• LiDAR;
  • riparian deforestation;
  • riparian shade;
  • solar irradiation model;
  • Sacramento-San Joaquin River Delta;
  • remote sensing;
  • levees

Greenberg, Jonathan Asher, Erin L. Hestir, David Riano, George J. Scheer, and Susan L. Ustin, 2012. Using LiDAR Data Analysis to Estimate Changes in Insolation Under Large-Scale Riparian Deforestation. Journal of the American Water Resources Association (JAWRA) 48(5): 939-948. DOI: 10.1111/j.1752-1688.2012.00664.x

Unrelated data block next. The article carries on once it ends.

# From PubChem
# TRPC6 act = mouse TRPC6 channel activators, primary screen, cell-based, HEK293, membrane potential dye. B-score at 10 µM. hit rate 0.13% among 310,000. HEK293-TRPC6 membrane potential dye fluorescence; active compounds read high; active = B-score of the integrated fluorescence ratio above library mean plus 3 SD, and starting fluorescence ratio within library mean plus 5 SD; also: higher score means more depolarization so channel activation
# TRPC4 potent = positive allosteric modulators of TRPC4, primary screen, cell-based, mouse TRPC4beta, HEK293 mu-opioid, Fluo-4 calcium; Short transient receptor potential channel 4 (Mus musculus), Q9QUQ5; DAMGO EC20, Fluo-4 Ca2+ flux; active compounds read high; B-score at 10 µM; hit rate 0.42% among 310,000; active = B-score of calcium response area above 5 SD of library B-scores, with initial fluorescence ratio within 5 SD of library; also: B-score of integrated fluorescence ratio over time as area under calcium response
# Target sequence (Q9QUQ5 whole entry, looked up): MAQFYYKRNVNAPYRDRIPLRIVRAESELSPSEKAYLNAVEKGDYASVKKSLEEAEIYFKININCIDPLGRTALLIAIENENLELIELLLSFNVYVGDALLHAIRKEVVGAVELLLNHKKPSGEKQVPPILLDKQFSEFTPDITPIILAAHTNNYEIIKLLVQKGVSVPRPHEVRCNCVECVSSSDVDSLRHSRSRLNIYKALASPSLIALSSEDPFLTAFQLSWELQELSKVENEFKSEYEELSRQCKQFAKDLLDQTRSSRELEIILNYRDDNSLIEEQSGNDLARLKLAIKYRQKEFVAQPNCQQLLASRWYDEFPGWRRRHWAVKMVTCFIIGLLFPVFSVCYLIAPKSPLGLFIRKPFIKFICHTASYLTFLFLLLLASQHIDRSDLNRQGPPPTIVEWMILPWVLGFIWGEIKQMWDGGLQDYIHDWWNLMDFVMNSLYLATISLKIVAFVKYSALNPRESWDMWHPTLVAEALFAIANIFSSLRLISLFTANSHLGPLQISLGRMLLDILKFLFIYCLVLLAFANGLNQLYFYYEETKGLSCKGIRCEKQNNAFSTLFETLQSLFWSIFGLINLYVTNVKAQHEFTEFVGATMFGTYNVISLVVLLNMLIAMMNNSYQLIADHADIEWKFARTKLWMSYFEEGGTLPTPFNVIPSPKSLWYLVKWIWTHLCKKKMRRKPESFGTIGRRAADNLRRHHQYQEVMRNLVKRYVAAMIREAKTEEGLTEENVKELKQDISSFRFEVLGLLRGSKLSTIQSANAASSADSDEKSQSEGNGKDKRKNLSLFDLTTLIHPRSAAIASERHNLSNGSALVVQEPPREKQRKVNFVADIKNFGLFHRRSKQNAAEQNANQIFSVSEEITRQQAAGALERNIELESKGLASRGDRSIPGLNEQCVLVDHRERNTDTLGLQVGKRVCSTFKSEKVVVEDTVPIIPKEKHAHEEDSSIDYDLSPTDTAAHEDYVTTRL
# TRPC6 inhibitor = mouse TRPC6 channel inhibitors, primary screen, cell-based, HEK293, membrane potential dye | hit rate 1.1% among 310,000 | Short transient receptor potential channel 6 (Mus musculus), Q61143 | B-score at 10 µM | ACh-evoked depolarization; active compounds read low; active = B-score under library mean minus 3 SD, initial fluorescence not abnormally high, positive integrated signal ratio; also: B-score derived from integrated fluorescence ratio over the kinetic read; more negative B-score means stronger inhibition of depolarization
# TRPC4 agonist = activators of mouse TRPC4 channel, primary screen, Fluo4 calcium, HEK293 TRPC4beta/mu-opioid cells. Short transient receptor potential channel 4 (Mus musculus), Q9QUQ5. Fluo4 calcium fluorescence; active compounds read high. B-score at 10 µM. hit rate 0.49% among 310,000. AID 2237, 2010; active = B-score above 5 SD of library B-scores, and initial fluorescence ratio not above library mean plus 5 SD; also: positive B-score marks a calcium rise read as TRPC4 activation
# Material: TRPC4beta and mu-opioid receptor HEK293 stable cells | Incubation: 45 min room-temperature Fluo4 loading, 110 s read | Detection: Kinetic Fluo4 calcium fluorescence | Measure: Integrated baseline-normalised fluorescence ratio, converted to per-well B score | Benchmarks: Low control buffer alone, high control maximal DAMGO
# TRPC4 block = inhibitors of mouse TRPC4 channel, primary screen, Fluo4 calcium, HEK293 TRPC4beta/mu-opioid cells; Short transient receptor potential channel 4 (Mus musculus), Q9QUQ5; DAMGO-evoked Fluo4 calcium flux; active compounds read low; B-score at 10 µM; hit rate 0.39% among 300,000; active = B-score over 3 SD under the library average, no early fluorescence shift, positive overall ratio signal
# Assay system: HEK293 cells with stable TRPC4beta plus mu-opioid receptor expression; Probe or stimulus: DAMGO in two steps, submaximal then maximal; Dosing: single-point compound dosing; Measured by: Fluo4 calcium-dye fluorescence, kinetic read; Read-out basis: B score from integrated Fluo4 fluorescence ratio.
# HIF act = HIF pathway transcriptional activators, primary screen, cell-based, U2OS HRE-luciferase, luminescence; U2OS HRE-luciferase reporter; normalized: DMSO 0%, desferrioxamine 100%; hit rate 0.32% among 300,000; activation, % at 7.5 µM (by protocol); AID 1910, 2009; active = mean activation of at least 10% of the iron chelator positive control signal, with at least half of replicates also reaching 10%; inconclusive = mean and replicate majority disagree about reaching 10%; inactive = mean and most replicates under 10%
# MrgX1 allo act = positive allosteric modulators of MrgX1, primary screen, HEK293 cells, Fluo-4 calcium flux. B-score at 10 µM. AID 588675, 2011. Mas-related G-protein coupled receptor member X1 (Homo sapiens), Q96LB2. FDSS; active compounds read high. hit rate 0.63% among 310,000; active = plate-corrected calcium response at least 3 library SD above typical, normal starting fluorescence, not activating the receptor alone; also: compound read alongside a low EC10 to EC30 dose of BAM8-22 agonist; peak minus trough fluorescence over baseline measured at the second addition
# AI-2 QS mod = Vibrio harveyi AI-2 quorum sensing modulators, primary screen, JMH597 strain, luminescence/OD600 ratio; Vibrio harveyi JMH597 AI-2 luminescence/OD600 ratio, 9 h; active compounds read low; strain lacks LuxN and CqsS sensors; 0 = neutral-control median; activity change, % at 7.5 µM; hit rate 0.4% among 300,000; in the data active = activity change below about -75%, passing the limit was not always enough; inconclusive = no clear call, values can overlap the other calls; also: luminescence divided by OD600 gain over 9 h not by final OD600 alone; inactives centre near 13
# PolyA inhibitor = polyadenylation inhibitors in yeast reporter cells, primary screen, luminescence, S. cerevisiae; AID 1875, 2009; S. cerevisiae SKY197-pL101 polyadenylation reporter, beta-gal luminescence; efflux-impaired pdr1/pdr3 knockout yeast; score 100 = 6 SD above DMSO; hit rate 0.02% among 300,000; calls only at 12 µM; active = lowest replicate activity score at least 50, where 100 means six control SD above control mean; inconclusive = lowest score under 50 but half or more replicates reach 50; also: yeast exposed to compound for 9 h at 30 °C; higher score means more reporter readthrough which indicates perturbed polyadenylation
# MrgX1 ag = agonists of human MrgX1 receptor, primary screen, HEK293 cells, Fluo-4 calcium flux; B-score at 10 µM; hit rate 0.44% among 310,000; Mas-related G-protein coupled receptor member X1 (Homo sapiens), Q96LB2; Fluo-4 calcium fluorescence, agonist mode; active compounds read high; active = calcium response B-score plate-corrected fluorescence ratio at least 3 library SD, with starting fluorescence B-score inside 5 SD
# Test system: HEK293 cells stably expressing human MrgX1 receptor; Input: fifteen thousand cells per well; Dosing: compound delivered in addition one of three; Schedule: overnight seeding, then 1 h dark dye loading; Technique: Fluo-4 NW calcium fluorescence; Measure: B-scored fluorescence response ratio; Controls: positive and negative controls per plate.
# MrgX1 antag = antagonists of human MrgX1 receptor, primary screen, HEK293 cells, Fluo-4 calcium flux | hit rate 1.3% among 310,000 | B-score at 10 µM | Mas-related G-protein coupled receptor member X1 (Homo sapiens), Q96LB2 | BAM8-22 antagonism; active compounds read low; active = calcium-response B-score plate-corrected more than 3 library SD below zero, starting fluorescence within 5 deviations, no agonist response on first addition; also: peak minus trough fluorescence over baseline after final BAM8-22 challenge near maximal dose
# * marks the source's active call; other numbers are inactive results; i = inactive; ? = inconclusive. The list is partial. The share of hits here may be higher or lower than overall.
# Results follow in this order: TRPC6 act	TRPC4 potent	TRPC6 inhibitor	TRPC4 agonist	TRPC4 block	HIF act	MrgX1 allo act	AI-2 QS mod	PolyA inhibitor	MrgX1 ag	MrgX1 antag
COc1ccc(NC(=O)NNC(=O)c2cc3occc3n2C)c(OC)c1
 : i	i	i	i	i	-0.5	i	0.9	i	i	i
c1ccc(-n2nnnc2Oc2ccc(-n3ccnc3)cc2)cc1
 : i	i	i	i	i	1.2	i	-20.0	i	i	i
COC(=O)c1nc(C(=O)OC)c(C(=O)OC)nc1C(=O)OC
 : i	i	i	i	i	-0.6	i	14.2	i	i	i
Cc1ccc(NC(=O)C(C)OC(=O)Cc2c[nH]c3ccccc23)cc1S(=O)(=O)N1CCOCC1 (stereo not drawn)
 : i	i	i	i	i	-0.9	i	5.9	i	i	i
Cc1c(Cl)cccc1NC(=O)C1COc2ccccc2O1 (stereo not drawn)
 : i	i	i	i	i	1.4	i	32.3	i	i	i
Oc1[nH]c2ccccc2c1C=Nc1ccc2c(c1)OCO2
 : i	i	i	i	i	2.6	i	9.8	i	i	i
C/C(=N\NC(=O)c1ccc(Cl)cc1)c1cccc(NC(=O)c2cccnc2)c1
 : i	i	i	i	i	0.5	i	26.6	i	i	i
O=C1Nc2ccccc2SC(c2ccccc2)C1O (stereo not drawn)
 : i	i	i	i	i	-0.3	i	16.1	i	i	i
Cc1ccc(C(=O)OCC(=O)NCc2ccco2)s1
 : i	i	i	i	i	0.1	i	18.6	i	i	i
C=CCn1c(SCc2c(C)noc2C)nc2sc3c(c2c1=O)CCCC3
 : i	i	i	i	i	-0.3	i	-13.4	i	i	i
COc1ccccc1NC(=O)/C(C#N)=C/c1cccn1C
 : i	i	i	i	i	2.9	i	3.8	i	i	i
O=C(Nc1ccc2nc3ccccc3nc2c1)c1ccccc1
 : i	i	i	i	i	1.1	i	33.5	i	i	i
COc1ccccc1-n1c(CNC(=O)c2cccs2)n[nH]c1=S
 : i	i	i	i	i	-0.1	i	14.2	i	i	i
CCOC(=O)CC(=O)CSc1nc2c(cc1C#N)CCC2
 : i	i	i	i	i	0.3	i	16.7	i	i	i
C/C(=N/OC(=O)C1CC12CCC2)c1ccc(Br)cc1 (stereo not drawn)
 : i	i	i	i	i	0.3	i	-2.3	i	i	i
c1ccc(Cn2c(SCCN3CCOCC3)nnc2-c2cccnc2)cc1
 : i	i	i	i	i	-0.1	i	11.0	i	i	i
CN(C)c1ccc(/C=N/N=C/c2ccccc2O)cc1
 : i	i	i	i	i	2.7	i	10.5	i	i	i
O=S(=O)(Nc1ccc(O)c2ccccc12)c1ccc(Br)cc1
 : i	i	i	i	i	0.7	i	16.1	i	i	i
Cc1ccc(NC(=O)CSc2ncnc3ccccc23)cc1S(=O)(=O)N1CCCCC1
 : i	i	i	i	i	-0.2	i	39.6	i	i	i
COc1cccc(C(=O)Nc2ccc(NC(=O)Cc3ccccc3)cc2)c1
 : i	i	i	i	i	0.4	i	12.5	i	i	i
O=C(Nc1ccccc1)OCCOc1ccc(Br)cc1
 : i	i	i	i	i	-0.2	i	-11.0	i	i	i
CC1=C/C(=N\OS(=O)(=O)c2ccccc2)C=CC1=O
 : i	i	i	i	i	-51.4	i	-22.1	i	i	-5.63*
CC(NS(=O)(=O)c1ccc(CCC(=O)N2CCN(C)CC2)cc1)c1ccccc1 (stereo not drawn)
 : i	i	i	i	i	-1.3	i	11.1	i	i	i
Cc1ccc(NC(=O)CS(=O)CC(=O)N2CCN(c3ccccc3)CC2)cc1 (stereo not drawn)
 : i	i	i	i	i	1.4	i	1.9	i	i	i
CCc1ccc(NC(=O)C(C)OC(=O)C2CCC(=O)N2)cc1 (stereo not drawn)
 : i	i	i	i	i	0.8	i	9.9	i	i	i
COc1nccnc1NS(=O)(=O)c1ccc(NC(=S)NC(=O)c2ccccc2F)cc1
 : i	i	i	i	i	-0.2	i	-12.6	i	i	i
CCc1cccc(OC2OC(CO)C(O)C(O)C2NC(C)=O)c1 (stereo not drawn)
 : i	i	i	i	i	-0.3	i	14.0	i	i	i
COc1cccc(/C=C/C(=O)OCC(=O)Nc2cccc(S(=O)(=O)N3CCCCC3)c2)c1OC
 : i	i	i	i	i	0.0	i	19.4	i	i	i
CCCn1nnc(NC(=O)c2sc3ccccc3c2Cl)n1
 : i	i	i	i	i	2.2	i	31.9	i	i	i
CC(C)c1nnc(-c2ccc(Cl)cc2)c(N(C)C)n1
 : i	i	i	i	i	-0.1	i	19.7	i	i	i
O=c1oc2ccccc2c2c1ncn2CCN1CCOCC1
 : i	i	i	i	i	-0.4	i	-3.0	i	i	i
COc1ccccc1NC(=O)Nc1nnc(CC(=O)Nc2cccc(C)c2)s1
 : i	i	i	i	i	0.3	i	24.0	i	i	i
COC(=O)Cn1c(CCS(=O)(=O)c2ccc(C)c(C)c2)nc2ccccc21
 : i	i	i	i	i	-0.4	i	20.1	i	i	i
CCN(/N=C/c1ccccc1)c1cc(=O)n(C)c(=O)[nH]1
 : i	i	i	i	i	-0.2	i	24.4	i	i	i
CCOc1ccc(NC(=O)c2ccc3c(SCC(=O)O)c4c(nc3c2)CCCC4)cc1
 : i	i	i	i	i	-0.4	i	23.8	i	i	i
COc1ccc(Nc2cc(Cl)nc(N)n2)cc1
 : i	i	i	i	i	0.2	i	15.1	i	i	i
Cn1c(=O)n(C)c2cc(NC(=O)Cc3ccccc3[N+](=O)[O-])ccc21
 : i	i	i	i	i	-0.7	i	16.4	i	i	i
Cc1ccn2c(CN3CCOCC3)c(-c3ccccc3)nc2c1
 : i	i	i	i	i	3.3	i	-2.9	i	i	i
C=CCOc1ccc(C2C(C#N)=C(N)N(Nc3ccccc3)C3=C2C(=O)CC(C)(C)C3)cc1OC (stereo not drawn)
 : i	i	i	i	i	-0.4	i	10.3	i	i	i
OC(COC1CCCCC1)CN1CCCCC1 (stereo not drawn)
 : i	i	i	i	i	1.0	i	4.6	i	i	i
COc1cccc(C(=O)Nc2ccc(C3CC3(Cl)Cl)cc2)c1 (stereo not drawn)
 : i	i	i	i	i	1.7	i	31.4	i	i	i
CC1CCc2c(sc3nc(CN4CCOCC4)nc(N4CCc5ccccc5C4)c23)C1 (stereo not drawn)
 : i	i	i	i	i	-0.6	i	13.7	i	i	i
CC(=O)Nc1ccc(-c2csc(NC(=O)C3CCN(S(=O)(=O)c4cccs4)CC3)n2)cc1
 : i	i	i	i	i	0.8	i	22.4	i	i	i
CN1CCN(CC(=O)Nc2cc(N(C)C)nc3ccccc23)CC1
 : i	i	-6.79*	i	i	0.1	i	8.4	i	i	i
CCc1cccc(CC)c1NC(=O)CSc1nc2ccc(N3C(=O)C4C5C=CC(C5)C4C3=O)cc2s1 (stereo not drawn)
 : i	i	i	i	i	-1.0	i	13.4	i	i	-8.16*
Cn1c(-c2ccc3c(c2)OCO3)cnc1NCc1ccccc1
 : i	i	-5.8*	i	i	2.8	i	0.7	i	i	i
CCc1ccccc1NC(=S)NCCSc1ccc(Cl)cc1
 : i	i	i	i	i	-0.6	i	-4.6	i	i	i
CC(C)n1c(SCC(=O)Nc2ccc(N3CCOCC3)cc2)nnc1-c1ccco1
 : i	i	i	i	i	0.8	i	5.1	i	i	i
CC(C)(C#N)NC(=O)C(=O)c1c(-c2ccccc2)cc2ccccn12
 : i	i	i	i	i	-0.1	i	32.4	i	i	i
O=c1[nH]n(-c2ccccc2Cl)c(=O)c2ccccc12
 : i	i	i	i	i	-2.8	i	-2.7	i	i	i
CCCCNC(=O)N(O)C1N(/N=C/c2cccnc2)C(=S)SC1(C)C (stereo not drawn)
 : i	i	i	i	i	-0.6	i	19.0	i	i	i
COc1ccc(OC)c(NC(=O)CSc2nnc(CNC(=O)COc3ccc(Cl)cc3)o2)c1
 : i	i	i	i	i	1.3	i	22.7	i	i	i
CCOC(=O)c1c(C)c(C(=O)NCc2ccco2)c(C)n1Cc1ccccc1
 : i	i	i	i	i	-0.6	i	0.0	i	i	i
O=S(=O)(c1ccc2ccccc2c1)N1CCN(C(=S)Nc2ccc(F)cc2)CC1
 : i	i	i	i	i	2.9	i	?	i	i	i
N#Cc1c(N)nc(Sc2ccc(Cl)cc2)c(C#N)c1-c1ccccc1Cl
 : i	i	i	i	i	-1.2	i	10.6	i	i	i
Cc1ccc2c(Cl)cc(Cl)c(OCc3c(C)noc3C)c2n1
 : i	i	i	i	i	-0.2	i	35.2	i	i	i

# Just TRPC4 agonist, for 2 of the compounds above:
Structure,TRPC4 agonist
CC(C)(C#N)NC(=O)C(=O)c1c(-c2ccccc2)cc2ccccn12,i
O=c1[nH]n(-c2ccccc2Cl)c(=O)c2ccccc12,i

Abstract:  Riparian vegetation provides shade from insolation to stream channels. A consequence of removing vegetation may be an increase in insolation that can increase water temperatures and negatively impact ecosystem health. Although the mechanisms of riparian shading are well understood, spatially explicit, mechanistic models of shading have been limited by the data requirements of precisely describing the three-dimensional structure of a riparian corridor. Remotely acquired, high spatial resolution LiDAR data provide detailed three-dimensional vegetation structure and terrain topography over large regions. By parameterizing solar radiation models that incorporate terrain shadowing with LiDAR data, we can produce spatially explicit estimates of insolation. As a case study, we modeled the relative change in insolation on channels in the Sacramento-San Joaquin River Delta under current conditions and under a hypothesized deforested Delta using classified LiDAR, rasterized at a 1-m resolution. Our results suggest that the removal of levee vegetation could result in a 9% increase in solar radiation incident on Delta waters, and may lead to water temperature increases. General, coarse-scale channel characteristics (reach width, azimuth, levee vegetation cover, and height) only accounted for 72% of the variation in the insolation. This indicates that the detailed information derived from LiDAR data has greater explanatory power than coarser reach-scale metrics often used for insolation estimates.